For the original article by Miriane Peregrino in Portuguese published by Jornal O Cidadão click here.
Museu da Maré has existed and fought to remain for 10 years. Today the resistance is against the threat of eviction by Grupo Libra, the company that owns the space where the museum is located.
A museum from the bottom up
On Mother’s Day 2016, Sunday May 8, the home of Maré’s memory–the Museu da Maré– turned 10 years old. Launched May 8, 2006, by a group of residents in Complexo da Maré, the largest complex of favelas in Rio de Janeiro, the museum is a national and international reference in the area of social museology. This is not only due to the fact that it preserves the memory of the lower socio-economic classes, but also because it is a bottom-up initiative from within the favela, shifting the power center of decision-making regarding what is memorable in the city.
“The museum builds a history that is viewed from below and that is separate from official historiography, which is always the story of the winners, the story we are used to hearing since we were children,” observes historian and Maré resident Humberto Salustriano, 37. “The Museu da Maré is the opportunity of telling this story from the perspective of those who are considered subordinate, ‘the conquered.’ This is why the museum is important. It is counter-hegemonic.”
Fransisco Overlande, 42, is also a historian and Maré resident. He affirms that the Museu da Maré helps rupture the stereotypes surrounding the favela and its residents: “The fact that the museum exists is already very symbolic and representative. It contrasts with the idea that museums must have a profile and be in certain areas of the city. Having a museum in the favela ruptures that.” Fransisco illustrates this disruption of stereotypes by recounting the reaction of some taxi drivers when asked to be taken to the Maré museum: “When I say, ‘Leave me at the Museu da Maré,’ the taxi drivers ask: ‘What? There are museums in the favelas?'”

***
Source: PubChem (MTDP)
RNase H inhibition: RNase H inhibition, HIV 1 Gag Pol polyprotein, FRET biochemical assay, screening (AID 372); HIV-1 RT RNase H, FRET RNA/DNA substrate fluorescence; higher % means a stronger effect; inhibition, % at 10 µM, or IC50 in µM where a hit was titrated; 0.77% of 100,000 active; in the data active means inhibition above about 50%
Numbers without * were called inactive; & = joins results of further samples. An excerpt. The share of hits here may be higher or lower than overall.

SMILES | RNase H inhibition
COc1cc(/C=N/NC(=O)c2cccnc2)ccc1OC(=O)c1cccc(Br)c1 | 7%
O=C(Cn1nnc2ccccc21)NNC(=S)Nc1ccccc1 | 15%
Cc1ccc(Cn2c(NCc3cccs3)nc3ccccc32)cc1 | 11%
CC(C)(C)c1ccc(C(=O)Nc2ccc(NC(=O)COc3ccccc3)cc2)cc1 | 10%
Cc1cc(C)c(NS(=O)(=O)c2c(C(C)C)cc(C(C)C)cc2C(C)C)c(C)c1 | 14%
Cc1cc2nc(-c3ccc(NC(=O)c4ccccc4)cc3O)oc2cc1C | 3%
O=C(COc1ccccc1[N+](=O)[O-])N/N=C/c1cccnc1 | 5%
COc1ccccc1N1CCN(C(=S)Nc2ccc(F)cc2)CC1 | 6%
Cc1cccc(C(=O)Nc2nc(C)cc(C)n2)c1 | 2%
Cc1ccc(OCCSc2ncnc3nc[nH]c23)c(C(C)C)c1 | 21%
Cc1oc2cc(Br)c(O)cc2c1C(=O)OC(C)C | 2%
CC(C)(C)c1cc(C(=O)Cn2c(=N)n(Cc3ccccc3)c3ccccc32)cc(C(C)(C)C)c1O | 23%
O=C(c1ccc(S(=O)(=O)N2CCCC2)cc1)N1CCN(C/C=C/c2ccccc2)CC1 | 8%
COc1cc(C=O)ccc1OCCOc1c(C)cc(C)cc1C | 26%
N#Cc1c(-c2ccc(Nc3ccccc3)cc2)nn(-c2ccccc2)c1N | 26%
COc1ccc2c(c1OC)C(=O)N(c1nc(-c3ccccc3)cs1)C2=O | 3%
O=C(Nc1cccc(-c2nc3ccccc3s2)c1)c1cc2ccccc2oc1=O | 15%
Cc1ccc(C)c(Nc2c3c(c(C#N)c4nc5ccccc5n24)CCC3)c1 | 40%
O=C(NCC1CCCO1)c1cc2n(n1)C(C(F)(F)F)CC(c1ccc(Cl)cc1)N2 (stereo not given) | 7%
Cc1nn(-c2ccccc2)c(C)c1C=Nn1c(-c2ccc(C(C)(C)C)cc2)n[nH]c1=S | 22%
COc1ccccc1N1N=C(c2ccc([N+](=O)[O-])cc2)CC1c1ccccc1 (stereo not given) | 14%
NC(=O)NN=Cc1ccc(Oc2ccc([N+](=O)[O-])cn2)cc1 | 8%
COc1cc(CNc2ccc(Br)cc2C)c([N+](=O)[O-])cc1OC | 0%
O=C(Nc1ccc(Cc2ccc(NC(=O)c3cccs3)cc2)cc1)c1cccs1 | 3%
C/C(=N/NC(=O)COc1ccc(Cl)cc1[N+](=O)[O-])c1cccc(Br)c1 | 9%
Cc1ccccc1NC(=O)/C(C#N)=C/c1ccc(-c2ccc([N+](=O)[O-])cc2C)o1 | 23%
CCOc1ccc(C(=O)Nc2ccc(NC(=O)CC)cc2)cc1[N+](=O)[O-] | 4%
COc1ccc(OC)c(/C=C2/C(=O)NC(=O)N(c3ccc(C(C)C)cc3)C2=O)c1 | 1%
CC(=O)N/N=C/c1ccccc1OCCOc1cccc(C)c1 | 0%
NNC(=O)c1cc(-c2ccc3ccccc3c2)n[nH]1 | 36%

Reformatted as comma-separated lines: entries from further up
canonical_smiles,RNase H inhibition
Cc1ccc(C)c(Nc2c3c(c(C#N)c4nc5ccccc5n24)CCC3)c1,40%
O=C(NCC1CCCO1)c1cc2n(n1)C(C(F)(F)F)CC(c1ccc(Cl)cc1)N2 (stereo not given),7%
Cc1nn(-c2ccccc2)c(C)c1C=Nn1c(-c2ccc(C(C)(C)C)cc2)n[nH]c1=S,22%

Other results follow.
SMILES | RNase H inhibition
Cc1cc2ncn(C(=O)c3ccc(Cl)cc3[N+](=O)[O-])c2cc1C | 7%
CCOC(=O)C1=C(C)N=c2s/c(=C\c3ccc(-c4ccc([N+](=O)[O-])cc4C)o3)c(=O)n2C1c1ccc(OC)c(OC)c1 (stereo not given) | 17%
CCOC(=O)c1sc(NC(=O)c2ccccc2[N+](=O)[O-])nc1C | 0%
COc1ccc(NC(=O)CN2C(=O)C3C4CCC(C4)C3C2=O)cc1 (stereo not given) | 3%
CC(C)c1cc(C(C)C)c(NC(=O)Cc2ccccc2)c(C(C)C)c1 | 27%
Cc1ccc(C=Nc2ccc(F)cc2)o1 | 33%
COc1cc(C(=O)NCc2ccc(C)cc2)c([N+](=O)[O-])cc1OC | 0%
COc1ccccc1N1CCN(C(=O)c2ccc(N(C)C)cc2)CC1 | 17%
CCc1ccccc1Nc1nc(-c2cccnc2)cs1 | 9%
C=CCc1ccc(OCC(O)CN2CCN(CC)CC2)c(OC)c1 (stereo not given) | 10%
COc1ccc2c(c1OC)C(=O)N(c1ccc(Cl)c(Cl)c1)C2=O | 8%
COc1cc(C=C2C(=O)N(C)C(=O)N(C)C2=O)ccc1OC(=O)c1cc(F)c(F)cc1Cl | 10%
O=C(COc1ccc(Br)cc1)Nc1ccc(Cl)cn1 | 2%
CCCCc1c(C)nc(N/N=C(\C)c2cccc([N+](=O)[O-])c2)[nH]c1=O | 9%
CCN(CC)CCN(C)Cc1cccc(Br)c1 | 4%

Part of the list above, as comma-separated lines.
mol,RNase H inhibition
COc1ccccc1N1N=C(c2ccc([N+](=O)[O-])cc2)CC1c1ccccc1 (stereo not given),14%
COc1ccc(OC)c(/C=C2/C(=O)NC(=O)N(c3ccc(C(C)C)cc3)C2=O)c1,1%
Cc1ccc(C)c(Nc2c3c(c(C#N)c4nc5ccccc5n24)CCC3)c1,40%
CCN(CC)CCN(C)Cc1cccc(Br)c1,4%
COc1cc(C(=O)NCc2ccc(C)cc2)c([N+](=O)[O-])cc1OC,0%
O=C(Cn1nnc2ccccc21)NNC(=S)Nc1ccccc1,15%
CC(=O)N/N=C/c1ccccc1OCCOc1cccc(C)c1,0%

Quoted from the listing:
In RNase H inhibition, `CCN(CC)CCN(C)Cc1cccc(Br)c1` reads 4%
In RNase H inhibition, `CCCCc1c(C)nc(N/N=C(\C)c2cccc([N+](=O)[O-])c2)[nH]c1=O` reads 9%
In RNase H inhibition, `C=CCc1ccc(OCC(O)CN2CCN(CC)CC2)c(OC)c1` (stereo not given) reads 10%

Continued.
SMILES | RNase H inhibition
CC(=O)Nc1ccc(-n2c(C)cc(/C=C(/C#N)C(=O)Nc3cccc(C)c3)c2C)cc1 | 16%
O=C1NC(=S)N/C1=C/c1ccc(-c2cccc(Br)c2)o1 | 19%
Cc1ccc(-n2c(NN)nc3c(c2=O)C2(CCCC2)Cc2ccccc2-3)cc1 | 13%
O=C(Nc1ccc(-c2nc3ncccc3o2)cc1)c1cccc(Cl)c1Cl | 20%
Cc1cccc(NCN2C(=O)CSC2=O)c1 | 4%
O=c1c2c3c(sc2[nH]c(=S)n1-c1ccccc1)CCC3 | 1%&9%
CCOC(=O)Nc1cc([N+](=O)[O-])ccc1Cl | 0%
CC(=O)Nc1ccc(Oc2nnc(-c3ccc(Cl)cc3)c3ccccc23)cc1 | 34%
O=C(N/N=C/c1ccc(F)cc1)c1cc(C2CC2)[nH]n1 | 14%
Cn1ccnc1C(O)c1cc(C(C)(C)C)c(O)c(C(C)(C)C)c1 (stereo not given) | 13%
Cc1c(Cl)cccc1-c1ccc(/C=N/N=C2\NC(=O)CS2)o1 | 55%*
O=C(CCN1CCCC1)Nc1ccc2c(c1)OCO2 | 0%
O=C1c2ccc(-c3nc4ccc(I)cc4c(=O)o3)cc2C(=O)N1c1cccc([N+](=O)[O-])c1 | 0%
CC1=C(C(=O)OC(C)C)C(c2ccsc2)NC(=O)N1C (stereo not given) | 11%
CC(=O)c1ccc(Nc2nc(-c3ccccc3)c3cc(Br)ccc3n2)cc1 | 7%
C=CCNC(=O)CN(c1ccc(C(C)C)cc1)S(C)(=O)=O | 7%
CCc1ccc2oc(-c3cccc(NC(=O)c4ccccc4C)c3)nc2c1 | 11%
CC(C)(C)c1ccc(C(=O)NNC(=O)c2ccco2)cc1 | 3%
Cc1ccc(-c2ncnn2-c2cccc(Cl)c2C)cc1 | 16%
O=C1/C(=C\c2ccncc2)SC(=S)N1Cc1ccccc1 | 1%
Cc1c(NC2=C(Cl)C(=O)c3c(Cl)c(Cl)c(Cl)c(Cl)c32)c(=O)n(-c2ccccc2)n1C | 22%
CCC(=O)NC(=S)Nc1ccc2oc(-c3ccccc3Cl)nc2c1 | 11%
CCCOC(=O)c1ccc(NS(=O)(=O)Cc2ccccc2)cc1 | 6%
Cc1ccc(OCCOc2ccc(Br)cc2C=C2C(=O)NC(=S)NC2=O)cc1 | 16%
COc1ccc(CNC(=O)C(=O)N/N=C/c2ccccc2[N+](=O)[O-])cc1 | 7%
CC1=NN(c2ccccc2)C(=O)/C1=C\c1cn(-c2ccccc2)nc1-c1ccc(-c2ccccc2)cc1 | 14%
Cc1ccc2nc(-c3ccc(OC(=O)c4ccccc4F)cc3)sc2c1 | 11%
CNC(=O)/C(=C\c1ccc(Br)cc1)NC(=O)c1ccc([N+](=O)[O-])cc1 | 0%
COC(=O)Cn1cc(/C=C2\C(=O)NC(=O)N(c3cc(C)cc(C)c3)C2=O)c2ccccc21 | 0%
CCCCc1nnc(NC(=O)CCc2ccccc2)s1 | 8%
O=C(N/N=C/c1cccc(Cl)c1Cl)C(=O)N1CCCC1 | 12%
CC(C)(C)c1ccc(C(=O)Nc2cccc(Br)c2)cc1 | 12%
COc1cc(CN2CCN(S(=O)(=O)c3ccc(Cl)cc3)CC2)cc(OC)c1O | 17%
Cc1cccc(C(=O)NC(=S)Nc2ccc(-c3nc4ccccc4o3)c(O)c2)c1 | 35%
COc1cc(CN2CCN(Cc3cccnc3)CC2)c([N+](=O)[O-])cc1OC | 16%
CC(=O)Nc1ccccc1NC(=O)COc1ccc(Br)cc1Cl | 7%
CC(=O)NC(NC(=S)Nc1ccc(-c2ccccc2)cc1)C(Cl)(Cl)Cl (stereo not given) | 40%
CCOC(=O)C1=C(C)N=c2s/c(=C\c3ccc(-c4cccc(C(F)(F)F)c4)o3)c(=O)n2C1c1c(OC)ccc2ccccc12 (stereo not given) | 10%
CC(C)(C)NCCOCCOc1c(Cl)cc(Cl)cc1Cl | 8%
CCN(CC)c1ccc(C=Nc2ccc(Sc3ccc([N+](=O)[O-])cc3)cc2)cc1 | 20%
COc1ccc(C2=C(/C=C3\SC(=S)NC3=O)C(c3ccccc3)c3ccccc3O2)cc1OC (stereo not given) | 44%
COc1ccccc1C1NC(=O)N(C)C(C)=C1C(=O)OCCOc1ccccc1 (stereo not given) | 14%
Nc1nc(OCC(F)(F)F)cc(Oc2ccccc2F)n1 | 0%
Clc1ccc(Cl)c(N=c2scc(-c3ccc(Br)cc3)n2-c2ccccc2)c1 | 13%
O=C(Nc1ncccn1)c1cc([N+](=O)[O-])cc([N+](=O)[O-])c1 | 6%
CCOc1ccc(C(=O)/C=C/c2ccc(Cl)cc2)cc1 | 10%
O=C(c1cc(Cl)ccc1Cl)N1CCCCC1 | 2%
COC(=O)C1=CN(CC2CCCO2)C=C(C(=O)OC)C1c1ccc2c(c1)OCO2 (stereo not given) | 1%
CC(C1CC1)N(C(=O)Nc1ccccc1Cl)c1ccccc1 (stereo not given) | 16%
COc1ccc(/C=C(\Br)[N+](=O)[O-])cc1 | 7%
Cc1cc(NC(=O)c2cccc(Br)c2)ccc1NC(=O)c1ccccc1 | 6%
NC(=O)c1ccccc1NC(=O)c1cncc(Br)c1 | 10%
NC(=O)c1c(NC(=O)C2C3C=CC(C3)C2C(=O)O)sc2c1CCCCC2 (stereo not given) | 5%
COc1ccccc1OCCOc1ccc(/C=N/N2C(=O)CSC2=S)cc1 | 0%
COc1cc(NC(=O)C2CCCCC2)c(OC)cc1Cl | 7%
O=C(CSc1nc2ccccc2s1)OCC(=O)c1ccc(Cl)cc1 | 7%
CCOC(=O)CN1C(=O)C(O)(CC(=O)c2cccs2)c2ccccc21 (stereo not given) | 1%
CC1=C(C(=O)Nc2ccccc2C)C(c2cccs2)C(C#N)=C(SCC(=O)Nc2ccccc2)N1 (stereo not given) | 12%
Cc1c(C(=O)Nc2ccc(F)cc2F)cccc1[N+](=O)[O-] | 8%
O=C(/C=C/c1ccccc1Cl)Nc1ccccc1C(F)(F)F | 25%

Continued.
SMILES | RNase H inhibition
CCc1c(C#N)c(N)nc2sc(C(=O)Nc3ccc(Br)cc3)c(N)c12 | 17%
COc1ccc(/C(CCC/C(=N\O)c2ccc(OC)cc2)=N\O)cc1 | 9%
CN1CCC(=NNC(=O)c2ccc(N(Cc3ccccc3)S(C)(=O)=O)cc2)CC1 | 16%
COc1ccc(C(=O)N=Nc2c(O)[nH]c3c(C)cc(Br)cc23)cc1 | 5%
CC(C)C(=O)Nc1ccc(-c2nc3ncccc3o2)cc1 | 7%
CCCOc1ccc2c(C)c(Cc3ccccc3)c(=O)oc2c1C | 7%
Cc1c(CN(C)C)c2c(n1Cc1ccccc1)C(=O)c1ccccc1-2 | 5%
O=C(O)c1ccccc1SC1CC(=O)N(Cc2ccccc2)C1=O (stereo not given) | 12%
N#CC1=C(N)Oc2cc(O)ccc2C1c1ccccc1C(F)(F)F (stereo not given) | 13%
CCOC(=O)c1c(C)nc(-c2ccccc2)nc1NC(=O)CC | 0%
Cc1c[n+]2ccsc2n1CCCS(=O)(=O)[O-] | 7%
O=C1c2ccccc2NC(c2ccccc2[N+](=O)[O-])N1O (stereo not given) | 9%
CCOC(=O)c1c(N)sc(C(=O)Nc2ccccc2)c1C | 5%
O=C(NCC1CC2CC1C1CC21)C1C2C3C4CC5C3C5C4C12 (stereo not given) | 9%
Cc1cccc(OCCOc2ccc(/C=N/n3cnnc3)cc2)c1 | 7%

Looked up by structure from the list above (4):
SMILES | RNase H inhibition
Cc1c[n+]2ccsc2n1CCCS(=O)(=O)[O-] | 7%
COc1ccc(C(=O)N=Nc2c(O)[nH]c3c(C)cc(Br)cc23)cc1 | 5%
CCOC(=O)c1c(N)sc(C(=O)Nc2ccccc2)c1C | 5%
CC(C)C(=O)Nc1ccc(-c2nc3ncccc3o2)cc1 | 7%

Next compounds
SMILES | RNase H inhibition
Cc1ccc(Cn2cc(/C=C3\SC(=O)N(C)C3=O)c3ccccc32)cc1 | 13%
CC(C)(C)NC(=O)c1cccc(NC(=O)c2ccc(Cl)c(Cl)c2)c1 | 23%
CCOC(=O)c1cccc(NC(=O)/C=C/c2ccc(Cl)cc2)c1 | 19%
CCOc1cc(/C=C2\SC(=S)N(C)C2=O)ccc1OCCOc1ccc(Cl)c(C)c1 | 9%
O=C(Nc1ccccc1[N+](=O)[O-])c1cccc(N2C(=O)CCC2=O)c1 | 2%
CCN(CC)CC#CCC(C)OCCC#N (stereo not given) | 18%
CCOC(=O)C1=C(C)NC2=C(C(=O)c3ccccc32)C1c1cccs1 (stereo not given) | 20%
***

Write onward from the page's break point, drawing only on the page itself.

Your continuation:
Visual artist and art history professor at the Rio de Janeiro State University (UERJ), Leila Danziger, 54, recently visited the museum and stated that “it was an expansive experience regarding the territories of the city” where she was born and lives. “Visiting the Museu da Maré expanded my capacity to imagine the city in space and time and helps me think of and wish for a city that resists capital, speculation, and dangerously hegemonic narratives, and which becomes more inclusive, human, and complex,” said Leila Danziger, who lives in Copacabana in the South Zone of the city. “From the museum we can understand that in Maré there live and have lived generations that literally built Rio and were perversely excluded from the project of the marvelous city. Of course the Museu da Maré is fundamental for us to imagine the city–imagine in the strong sense. We need not only politics, but also imagination brought by art and literature to shape a city that effectively belongs to everybody.”
Another important aspect to highlight is that the Museu da Maré is not a museum for mere contemplation. The dynamics of acquiring objects and integrating with the space amplify its potential as a non-formal educational space. What most impressed Danziger were the “concepts that structure the museum and guide the visit.” According to her, “the scenography is potent and discreet at the same time, welcoming without sensationalizing or fetishizing memory.”
Although formally established as a museum in 2006, the Museu da Maré’s preservation of the favela’s memory goes back to the 1980s when residents began conducting interviews for Maré TV and producing a large amount of journalistic and historical material on the favela.
Maré residents occupy the museum with diverse activities